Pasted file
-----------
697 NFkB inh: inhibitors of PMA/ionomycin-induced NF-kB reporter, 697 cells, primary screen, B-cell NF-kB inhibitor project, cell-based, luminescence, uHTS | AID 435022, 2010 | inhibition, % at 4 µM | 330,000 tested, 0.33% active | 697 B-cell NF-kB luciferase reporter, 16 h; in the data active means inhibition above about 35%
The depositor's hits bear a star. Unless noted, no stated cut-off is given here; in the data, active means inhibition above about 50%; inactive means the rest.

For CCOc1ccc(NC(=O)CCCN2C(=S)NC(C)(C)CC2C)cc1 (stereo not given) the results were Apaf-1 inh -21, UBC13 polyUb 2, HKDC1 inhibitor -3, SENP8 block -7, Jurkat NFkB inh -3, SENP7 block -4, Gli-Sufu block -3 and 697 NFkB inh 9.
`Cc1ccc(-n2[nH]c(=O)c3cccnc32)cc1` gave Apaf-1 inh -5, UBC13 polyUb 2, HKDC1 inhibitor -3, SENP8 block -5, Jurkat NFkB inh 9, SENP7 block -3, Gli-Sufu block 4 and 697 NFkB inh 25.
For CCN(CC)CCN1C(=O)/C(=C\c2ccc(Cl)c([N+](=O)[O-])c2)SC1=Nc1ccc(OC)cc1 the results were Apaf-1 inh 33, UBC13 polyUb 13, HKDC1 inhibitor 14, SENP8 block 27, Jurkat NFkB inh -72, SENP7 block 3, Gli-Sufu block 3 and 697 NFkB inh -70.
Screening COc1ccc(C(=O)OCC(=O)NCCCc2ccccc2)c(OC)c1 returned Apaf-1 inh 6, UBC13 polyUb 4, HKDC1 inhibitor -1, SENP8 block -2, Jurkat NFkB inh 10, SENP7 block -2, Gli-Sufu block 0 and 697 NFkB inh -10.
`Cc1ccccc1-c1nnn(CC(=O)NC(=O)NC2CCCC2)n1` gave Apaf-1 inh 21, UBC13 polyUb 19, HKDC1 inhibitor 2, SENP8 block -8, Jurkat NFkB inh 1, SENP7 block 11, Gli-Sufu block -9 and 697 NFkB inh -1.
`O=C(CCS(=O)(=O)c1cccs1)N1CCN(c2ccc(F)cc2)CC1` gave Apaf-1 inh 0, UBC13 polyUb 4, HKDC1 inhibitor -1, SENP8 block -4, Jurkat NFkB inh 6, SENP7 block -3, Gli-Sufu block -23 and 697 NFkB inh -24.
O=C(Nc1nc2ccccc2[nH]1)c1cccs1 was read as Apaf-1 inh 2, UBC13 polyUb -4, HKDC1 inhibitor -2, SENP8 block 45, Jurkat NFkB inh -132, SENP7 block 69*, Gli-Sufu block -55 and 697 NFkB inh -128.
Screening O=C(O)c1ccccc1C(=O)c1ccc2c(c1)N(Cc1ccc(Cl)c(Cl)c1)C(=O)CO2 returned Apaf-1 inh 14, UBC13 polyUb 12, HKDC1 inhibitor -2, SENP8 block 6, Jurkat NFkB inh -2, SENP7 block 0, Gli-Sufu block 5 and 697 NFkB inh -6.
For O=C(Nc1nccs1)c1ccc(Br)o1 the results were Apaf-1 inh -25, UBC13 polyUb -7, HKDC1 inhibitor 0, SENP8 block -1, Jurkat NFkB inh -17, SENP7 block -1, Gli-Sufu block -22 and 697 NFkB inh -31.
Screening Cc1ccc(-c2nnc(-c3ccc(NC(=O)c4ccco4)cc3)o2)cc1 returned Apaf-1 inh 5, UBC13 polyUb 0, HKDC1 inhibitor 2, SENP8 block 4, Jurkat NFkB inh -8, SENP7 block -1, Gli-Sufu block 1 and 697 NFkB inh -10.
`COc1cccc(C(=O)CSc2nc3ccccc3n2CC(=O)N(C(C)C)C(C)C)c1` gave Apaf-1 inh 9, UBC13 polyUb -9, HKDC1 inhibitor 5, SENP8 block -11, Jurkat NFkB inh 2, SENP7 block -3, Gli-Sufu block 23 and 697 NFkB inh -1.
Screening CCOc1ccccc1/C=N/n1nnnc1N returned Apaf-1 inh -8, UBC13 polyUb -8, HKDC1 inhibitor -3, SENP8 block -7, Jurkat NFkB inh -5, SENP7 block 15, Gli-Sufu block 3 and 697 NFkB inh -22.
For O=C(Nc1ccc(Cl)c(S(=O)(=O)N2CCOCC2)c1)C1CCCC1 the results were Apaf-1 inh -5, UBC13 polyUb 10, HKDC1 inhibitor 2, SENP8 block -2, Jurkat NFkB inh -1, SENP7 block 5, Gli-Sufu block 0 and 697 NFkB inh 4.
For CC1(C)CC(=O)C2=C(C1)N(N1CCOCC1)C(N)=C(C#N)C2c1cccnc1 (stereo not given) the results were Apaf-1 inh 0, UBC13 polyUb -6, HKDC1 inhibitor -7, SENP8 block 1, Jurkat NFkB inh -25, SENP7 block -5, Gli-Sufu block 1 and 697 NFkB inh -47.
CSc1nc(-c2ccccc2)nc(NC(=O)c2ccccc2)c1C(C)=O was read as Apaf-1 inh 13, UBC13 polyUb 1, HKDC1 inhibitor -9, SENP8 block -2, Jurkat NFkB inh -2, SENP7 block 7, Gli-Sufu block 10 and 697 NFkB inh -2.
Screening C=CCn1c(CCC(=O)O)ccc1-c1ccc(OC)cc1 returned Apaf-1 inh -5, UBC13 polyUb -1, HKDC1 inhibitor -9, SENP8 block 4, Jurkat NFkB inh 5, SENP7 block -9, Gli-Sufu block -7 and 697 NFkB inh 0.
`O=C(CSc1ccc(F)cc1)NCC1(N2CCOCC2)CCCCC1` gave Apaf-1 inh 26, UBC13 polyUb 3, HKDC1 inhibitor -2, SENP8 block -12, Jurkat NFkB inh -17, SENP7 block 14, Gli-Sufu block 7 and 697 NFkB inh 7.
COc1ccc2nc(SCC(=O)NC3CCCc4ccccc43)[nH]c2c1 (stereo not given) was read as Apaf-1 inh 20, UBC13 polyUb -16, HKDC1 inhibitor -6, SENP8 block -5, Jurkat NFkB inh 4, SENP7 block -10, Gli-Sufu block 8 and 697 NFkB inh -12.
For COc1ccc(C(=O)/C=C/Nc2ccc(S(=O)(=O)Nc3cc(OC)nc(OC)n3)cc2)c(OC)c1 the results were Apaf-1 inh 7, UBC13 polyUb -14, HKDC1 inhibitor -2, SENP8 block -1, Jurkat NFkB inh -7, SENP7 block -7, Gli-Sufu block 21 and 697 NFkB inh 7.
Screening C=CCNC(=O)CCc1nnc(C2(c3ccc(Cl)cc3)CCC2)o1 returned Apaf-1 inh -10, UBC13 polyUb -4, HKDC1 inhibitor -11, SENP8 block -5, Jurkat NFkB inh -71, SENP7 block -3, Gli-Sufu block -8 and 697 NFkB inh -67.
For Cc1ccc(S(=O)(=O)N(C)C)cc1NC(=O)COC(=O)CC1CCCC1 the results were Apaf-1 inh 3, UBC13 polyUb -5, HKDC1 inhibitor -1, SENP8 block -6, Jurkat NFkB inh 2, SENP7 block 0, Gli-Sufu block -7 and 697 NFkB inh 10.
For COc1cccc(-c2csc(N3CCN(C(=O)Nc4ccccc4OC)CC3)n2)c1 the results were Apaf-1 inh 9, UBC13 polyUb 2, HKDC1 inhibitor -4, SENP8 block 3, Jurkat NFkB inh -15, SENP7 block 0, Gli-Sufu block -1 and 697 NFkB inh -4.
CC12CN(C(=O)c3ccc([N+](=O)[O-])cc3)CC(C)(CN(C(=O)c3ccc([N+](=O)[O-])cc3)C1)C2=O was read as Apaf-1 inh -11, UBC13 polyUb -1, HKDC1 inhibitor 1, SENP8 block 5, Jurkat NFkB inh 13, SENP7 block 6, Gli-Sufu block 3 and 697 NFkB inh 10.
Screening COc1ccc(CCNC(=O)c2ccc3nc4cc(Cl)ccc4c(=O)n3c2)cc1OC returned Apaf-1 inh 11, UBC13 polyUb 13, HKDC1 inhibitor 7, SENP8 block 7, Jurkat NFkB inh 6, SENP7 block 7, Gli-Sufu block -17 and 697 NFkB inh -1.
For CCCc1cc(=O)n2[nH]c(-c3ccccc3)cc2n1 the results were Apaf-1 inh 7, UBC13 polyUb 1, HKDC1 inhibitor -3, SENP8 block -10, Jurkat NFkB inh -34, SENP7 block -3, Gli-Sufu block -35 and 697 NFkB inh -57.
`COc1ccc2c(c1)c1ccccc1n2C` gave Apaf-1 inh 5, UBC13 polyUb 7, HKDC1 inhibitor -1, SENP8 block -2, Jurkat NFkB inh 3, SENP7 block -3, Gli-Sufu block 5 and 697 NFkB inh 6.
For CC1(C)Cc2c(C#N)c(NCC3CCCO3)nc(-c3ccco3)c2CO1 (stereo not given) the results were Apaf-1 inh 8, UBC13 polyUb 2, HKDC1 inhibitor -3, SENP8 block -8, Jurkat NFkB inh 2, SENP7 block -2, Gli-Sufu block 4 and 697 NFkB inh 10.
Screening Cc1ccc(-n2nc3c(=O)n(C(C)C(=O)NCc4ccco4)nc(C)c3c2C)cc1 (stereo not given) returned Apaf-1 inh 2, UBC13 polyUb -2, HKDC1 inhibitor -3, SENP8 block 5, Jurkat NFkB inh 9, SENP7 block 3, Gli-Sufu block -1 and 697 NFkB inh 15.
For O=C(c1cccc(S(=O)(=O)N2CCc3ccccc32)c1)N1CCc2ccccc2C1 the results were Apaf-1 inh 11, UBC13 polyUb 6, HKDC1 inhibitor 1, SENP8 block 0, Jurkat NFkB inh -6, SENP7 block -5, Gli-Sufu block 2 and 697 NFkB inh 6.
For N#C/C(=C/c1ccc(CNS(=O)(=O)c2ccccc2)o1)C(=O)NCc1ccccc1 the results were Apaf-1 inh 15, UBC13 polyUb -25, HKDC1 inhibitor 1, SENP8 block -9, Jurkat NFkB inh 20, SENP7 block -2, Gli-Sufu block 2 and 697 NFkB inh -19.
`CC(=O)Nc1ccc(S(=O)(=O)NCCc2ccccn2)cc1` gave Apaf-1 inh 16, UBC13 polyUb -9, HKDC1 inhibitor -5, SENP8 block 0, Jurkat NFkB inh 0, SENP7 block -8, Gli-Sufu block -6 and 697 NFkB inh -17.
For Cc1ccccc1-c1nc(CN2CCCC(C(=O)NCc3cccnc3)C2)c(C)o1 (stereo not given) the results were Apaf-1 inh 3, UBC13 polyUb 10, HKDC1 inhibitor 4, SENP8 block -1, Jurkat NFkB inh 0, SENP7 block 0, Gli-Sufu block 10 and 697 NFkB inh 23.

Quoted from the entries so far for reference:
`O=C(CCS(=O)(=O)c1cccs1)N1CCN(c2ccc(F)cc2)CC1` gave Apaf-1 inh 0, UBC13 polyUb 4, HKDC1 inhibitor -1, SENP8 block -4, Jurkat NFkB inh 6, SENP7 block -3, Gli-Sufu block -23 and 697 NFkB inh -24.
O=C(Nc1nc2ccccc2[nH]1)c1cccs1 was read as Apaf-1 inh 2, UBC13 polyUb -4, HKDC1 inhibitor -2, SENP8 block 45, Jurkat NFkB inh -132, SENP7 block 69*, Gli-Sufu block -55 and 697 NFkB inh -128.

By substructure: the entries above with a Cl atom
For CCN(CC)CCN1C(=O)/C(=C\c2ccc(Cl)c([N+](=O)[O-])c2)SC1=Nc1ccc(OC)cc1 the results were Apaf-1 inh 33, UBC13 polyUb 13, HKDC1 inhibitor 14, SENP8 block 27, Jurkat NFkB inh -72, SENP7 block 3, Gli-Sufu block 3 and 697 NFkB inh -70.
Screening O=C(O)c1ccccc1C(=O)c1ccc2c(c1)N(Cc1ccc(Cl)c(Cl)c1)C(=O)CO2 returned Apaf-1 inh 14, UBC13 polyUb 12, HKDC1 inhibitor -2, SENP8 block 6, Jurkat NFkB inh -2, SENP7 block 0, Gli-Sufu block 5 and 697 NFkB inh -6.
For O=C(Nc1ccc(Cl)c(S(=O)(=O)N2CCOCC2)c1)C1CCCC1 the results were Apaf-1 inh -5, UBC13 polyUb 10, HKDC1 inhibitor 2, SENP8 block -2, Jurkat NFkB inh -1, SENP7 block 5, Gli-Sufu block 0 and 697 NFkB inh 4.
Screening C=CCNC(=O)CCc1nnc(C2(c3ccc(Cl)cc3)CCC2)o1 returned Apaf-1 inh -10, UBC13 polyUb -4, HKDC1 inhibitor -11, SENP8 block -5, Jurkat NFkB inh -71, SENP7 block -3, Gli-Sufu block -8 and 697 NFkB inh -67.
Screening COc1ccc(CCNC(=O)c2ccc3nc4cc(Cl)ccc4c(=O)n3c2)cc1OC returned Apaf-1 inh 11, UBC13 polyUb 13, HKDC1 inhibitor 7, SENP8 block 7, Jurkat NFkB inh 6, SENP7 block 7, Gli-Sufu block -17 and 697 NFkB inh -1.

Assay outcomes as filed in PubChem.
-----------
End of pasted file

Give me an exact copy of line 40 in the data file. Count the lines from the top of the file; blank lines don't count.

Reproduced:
Screening O=C(O)c1ccccc1C(=O)c1ccc2c(c1)N(Cc1ccc(Cl)c(Cl)c1)C(=O)CO2 returned Apaf-1 inh 14, UBC13 polyUb 12, HKDC1 inhibitor -2, SENP8 block 6, Jurkat NFkB inh -2, SENP7 block 0, Gli-Sufu block 5 and 697 NFkB inh -6.